How to Sew a Swing Dress | Pattern and Tutorial
FYI: while you see Mindy modeling the dress, this dress was designed and sewn by me (Amy). When you live in different states and the weather doesn't cooperate for photos (rain and fog EVERY SINGLE TIME we scheduled a photo shoot), you do what you have to! Plus, she's a prettier model. :)
This dress is a design that I really loved, thought about for a LONG time, talked myself out of multiple times, and then just decided to go for it. One thing that I share with Mindy is a passionate desire to rid my house and life of all unnecessary clutter, so while it would be easy to think, "Oh, it's just one dress, it doesn't really matter whether I end up liking it or not.", I want to be very mindful of anything new that I add to my closet, making sure that it will serve me well.
- Fabric. Mine is a remnant from my Mom's fabric stash, so I don't have a link to the exact fabric, but it's a crepe-like chiffon with a bit of stretch. It's very lightweight, which is why I lined everything but the sleeves on the dress.
- Seamstress measuring tape.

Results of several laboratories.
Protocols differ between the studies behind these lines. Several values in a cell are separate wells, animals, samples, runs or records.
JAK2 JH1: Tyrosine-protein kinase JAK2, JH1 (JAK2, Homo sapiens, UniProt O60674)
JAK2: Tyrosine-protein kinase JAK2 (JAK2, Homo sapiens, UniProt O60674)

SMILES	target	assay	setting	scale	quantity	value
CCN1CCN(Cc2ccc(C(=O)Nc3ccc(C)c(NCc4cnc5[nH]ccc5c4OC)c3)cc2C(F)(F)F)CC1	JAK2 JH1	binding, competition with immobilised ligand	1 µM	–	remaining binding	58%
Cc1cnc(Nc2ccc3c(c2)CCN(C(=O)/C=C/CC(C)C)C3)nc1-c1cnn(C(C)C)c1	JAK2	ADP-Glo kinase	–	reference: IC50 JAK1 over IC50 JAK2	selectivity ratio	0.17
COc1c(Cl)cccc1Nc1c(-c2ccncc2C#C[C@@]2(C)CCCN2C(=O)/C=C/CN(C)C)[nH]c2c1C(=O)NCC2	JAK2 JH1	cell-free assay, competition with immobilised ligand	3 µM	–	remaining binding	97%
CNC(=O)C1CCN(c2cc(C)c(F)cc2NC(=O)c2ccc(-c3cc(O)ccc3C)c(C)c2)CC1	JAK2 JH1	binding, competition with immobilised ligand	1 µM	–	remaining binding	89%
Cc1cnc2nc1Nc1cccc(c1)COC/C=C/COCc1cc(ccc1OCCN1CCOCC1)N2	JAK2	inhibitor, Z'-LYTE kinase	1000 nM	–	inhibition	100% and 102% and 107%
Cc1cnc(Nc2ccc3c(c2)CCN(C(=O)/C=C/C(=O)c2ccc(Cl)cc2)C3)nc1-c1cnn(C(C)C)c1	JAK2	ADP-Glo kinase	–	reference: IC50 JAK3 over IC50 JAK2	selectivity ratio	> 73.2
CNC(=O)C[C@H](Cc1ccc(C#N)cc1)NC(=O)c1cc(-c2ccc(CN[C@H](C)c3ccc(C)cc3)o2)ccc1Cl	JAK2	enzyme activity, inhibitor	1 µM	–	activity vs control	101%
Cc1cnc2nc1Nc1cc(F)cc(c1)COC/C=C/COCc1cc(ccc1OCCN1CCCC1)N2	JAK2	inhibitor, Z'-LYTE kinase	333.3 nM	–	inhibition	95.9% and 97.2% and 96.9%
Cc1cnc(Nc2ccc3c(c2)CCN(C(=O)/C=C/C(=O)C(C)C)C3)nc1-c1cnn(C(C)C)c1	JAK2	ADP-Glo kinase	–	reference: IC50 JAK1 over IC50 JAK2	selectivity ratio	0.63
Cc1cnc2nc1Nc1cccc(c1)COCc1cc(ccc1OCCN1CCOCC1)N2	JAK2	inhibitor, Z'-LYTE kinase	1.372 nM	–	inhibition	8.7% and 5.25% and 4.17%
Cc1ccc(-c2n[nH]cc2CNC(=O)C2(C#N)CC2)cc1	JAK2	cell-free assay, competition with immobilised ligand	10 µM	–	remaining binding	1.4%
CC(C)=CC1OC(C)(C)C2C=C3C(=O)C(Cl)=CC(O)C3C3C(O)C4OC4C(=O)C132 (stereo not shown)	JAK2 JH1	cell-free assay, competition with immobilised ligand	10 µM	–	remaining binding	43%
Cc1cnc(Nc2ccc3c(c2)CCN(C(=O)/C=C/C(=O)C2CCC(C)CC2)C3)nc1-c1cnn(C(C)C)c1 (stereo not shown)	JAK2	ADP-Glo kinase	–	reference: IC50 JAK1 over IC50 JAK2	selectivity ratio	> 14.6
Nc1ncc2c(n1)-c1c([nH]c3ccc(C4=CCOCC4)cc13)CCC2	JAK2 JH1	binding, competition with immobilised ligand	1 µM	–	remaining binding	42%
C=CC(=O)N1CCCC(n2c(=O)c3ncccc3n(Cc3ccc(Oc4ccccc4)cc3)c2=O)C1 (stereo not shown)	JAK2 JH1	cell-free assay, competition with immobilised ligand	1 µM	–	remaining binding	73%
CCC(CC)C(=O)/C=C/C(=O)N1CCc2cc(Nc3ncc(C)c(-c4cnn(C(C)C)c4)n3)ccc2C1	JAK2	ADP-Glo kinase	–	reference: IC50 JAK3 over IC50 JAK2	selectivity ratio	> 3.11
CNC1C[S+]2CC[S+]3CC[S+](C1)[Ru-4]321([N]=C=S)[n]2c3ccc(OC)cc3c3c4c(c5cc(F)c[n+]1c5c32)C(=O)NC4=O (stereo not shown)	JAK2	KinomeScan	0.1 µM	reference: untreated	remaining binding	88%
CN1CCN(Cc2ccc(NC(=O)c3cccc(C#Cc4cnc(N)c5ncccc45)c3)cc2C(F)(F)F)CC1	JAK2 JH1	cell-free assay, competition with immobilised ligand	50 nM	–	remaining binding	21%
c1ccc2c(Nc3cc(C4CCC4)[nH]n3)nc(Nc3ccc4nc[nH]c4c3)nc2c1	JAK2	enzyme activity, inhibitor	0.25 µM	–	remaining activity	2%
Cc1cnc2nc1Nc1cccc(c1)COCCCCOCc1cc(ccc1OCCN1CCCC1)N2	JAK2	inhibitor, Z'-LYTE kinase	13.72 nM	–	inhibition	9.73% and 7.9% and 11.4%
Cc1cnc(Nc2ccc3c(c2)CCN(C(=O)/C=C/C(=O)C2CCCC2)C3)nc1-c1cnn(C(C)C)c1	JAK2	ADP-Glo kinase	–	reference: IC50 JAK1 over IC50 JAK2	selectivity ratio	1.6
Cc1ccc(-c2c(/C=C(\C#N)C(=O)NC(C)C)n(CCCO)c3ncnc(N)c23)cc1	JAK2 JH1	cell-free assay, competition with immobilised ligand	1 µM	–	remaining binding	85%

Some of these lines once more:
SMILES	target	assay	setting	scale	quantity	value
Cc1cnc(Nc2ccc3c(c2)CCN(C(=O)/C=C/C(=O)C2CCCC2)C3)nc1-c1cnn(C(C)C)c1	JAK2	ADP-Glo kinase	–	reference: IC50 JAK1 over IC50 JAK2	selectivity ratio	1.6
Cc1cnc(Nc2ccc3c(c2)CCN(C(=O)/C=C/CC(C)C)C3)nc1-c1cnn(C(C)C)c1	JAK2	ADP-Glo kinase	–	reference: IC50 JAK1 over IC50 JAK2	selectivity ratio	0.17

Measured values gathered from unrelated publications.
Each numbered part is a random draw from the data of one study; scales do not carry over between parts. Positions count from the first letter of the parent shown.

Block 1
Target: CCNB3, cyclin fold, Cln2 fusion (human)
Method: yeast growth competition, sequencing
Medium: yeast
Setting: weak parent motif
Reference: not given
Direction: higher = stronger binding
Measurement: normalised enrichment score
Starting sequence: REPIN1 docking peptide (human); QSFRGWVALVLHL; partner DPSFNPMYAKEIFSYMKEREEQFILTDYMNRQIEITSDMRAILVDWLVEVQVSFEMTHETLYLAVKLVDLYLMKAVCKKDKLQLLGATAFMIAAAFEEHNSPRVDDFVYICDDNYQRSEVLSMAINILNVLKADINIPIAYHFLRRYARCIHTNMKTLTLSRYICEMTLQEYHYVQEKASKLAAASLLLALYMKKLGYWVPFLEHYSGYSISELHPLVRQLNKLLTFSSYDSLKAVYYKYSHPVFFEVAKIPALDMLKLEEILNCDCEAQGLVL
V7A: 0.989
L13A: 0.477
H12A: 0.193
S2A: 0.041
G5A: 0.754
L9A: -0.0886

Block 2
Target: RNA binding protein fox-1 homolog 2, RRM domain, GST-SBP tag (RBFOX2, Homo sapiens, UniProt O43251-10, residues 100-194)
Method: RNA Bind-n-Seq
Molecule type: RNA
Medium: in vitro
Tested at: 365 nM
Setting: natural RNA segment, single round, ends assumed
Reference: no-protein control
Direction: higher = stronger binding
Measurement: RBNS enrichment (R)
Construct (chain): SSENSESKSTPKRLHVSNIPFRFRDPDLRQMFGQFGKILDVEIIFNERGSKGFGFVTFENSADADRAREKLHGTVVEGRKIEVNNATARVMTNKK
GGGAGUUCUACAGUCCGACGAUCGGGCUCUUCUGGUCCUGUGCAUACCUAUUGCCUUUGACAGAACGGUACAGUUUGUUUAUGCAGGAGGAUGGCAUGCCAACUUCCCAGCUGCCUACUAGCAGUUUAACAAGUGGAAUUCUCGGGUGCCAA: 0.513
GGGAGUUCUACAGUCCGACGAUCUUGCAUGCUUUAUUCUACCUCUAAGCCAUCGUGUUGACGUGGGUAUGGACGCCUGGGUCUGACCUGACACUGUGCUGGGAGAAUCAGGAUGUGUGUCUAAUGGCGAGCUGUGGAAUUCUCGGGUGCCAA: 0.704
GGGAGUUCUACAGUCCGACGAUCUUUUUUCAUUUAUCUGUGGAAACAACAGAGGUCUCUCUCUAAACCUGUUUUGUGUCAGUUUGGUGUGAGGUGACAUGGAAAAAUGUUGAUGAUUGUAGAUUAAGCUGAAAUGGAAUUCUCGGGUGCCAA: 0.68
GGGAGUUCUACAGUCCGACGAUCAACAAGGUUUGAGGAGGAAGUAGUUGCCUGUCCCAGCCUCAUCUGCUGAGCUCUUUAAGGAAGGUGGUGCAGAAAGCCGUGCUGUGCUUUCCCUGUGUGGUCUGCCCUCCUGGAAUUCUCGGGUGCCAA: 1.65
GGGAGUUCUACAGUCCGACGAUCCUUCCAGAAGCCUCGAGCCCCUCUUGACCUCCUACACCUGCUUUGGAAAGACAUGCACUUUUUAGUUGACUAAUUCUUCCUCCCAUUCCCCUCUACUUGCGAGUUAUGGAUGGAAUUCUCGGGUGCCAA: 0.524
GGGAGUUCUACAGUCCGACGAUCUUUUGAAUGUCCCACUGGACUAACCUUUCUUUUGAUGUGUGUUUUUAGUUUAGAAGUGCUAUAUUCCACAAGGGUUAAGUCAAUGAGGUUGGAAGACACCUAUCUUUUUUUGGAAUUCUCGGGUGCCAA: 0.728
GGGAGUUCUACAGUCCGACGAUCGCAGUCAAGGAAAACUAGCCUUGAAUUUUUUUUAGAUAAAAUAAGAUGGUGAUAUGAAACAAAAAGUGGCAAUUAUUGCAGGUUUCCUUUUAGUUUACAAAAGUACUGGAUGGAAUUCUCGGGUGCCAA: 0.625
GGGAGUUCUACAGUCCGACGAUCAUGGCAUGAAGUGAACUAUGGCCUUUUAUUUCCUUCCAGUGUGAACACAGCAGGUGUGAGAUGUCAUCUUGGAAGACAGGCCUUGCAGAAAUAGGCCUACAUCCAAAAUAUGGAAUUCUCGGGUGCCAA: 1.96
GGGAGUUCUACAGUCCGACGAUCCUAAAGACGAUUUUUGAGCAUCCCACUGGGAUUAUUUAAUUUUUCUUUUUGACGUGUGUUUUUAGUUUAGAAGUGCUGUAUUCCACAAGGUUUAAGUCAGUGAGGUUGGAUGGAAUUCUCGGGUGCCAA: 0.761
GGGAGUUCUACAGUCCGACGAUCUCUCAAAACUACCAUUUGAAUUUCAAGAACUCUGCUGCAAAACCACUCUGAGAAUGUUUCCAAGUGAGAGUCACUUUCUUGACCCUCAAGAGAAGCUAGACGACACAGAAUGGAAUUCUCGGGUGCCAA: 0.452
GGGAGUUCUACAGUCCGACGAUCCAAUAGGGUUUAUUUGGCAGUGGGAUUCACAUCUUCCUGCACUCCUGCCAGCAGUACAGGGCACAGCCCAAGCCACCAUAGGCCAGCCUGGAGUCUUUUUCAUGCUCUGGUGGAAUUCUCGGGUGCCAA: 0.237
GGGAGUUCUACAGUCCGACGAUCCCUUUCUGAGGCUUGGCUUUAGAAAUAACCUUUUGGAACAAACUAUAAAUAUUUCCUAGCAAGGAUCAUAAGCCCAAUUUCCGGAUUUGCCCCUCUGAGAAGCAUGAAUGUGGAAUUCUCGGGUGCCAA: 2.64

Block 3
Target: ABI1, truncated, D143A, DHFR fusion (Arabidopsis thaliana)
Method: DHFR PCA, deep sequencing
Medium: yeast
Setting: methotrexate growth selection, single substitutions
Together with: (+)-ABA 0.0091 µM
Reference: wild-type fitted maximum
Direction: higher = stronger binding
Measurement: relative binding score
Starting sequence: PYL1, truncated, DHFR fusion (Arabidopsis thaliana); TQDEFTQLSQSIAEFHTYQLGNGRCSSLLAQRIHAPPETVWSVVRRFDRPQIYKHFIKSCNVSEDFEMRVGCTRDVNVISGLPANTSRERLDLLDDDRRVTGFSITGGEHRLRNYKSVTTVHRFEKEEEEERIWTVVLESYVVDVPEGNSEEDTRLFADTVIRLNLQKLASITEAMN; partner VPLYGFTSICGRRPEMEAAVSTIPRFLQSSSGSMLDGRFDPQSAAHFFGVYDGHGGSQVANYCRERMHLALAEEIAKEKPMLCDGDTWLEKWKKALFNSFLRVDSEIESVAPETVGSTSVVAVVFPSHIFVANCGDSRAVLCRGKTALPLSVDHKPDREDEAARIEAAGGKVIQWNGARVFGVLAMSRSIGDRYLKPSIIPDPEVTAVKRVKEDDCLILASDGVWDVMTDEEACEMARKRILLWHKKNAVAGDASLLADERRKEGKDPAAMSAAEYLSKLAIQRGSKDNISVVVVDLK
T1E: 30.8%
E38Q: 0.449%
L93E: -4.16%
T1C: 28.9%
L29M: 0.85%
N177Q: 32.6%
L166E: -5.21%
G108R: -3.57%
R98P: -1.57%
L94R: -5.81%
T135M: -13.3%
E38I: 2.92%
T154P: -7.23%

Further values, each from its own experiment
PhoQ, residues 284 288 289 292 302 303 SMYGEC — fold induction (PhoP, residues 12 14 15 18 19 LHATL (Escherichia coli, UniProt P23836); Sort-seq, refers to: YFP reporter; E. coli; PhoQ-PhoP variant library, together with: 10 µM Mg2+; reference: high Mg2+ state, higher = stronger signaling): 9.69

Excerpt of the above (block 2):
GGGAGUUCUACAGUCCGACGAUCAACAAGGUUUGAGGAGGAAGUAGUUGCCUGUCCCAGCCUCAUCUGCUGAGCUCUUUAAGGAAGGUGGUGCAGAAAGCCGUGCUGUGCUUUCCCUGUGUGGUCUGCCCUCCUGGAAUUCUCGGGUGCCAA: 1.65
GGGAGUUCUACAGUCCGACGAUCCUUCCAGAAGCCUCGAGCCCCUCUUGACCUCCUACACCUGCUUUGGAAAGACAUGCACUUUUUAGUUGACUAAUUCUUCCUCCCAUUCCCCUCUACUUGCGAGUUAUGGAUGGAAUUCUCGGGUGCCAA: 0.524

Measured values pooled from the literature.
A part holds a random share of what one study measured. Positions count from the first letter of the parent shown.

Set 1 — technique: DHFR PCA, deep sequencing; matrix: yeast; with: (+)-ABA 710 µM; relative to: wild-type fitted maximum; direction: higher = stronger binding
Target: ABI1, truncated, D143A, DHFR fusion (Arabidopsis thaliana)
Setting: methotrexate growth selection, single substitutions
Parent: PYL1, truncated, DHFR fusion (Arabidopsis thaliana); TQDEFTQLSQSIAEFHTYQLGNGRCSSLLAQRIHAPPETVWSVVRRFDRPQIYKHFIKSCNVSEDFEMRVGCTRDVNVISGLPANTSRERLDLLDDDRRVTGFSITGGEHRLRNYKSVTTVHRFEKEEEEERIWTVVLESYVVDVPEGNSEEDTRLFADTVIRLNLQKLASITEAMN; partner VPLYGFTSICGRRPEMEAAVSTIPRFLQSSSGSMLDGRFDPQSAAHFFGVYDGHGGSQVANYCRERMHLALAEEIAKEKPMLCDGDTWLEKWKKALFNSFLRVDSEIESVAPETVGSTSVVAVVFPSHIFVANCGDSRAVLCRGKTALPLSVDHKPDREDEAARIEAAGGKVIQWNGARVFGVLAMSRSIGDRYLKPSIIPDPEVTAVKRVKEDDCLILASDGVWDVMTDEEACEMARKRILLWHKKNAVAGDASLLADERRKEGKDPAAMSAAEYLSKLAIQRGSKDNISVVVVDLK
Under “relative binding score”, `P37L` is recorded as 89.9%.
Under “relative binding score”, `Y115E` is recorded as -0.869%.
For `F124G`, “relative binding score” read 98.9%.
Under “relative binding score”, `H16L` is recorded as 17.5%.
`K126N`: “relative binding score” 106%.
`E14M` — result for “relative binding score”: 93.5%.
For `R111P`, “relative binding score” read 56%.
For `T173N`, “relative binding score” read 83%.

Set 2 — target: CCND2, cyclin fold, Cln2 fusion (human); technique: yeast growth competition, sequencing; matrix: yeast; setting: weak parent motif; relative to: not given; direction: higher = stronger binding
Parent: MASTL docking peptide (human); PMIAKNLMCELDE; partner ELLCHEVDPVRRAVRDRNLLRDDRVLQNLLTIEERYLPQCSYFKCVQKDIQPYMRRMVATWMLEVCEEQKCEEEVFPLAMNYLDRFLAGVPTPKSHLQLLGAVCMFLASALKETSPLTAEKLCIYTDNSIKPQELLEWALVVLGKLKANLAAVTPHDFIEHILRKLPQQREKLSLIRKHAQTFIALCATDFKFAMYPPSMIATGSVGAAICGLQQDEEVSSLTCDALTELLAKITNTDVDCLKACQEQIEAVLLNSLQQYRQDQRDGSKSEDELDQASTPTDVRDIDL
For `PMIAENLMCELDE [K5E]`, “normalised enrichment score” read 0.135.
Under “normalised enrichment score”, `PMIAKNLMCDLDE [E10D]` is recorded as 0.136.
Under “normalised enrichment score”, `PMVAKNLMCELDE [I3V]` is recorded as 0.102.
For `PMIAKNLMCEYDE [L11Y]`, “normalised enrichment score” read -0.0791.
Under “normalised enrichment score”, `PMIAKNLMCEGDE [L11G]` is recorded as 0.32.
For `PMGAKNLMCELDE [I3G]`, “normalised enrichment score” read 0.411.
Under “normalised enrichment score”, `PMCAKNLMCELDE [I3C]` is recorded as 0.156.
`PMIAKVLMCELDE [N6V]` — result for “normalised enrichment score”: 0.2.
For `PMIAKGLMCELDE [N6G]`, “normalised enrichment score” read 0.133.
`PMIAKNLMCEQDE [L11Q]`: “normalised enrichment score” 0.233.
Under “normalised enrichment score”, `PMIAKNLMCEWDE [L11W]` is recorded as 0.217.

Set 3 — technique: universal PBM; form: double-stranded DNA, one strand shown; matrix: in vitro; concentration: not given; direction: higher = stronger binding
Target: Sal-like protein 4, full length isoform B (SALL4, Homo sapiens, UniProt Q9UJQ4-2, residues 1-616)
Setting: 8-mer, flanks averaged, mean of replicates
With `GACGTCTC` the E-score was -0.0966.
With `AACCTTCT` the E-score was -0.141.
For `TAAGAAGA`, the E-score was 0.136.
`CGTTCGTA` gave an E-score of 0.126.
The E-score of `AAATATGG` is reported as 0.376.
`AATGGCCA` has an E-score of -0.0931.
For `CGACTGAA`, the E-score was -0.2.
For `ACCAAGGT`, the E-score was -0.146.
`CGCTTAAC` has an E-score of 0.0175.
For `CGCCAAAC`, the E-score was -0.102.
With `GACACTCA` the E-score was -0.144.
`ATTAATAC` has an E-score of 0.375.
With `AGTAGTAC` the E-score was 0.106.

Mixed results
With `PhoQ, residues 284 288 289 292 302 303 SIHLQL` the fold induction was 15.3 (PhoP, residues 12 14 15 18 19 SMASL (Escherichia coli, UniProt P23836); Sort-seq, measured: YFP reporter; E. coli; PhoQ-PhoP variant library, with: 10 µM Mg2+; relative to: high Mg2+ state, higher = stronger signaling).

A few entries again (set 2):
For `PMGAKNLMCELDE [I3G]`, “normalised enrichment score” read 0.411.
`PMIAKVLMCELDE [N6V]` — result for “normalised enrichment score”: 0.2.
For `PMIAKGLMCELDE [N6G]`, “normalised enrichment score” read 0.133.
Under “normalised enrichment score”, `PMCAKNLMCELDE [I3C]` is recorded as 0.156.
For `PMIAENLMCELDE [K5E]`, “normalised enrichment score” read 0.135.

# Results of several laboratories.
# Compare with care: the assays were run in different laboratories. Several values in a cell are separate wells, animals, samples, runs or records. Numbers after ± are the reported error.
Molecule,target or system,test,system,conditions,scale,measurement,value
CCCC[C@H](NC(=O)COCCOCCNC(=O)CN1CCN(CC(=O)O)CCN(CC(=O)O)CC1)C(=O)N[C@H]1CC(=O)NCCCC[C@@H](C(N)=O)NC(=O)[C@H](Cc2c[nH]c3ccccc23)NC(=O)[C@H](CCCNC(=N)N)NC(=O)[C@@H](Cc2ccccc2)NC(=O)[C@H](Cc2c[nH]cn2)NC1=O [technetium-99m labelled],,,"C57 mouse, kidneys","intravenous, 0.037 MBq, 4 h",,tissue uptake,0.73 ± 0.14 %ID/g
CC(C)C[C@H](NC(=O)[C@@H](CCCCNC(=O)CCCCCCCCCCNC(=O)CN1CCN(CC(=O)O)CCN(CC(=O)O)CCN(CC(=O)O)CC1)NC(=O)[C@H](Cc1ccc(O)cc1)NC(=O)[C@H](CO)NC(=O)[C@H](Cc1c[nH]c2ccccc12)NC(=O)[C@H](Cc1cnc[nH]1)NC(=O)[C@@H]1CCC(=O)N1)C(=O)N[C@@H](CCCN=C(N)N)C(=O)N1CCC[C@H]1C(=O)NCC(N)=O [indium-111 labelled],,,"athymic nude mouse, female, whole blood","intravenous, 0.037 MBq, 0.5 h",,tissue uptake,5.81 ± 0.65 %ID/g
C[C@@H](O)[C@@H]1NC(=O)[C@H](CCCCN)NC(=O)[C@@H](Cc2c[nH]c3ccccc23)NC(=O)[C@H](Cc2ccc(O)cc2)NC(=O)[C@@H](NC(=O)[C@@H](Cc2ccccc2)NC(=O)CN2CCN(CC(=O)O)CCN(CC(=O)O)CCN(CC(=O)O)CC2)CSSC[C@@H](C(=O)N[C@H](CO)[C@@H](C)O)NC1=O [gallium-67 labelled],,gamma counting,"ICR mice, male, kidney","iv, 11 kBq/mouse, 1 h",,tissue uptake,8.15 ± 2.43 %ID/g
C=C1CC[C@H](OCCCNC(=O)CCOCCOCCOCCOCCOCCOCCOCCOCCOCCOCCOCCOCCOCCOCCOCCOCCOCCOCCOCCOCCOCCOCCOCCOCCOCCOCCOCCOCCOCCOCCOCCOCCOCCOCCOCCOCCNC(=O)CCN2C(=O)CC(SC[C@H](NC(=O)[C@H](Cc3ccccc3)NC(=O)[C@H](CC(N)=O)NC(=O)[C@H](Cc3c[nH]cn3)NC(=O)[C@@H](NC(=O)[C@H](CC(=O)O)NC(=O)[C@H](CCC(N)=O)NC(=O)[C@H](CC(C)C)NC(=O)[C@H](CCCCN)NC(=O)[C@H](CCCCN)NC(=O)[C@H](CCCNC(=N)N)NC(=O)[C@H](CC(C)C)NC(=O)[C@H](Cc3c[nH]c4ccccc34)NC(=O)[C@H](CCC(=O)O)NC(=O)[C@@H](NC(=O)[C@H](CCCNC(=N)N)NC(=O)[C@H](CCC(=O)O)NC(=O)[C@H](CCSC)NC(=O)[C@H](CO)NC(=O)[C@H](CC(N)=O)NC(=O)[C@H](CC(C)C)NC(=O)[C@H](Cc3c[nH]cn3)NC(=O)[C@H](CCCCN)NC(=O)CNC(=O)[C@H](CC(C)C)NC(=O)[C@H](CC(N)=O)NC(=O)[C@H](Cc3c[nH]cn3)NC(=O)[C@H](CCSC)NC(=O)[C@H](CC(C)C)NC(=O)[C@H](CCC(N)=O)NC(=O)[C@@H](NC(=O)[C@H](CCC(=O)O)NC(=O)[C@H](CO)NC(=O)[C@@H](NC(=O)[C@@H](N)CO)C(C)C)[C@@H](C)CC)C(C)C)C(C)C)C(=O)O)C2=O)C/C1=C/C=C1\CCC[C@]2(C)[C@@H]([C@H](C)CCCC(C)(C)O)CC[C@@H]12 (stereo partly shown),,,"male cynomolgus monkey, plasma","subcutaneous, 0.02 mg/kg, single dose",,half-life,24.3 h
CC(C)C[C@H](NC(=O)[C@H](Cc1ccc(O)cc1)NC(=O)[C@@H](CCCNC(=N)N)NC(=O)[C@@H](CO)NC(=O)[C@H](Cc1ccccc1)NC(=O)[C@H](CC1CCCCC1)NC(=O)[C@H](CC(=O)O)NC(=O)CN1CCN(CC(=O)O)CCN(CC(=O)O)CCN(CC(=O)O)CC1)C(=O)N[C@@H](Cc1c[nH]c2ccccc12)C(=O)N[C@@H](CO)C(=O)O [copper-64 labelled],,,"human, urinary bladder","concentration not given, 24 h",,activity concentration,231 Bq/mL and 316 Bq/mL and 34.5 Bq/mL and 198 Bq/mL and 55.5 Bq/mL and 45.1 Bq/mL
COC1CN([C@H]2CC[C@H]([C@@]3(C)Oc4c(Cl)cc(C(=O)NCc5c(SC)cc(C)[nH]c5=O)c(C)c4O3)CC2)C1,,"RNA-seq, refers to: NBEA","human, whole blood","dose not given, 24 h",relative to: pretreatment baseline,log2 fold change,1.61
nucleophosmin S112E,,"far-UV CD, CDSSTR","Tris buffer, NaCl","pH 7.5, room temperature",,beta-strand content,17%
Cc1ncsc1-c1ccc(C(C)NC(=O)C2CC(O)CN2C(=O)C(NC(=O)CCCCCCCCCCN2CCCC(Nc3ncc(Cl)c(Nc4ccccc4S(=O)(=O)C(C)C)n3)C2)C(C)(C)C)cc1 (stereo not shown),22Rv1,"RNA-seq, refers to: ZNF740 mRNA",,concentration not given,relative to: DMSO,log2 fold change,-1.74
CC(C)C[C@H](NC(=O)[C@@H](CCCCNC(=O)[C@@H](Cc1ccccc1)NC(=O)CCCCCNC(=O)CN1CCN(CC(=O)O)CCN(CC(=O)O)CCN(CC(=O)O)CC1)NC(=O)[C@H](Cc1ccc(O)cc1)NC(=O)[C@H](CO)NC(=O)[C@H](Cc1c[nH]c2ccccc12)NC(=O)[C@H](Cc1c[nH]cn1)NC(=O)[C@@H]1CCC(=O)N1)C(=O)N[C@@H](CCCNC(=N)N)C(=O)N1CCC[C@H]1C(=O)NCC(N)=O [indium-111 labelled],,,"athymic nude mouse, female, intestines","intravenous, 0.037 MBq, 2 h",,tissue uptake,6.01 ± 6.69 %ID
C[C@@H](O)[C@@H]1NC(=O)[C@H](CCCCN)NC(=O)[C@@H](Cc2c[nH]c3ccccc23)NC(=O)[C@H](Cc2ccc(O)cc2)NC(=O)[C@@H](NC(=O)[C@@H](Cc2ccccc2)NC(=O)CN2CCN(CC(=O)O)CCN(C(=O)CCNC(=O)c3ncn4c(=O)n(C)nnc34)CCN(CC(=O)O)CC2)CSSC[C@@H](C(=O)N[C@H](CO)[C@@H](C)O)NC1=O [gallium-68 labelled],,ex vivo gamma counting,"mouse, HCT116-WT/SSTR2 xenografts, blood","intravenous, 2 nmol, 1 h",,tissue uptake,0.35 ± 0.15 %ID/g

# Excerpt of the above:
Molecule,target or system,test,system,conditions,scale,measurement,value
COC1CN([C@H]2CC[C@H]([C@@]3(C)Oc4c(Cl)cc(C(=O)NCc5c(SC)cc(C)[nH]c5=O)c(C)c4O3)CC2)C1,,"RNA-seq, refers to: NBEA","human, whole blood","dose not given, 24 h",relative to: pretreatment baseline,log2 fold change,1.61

- Our FREE shift dress pattern!
- Fabric shears
- Fabric pen
- Approximately 3 yards of fabric.
This is so, so easy!
- Using the shift dress pattern in your size (for this fabric with only light stretch and to make a more flowy dress, I would absolutely recommend sizing up. Since I am usually a size 4, I used the size 6 pattern), and a new piece of paper (I use gift wrap tissue or newspaper, whatever I have handy), mark out 4" from the curved, side seam of the pattern.
- From that mark, simply draw a diagonal line to the sleeve opening, leaving the seam opening the same, but modifying the side seam so that it no longer has any curve, but flares like an A-line or swing dress.
- Do the same with your back dress piece.
- Cut two of each front and back piece if you are lining your dress. If you have a medium weight or heavier fabric, I would not suggest lining your dress. It will just look very stiff and bulky unless you have a lightweight, light colored fabric like mine.
- If you are not lining your dress, cut out the facing pieces for the neckline.
- Since I lined my dress, I cut two of each front and back piece. I cut the top layer one inch shorter than the bottom layer for a layered, slightly ruffled hem look.
- For a fuller sleeve, I simply cut my sleeve pattern in half, layed it on a piece of paper and added 3 inches to the middle of the sleeve. If the fabric you are using doesn't have any stretch, I recommend adding at least 1.5 to 2 inches to the middle of your sleeve.
- Since my sleeves are wider than the armscye, I ruffled the top of the sleeve slightly to make it fit.
- The hem on my dress is layered, but since I didn't want to add bulk, I did a very small zigzag stitch on the raw cut to create a rolled hem look for each layer. If you lined your dress and want a smoother look, you can simply sew the hem together like you did for the neckline of your dress.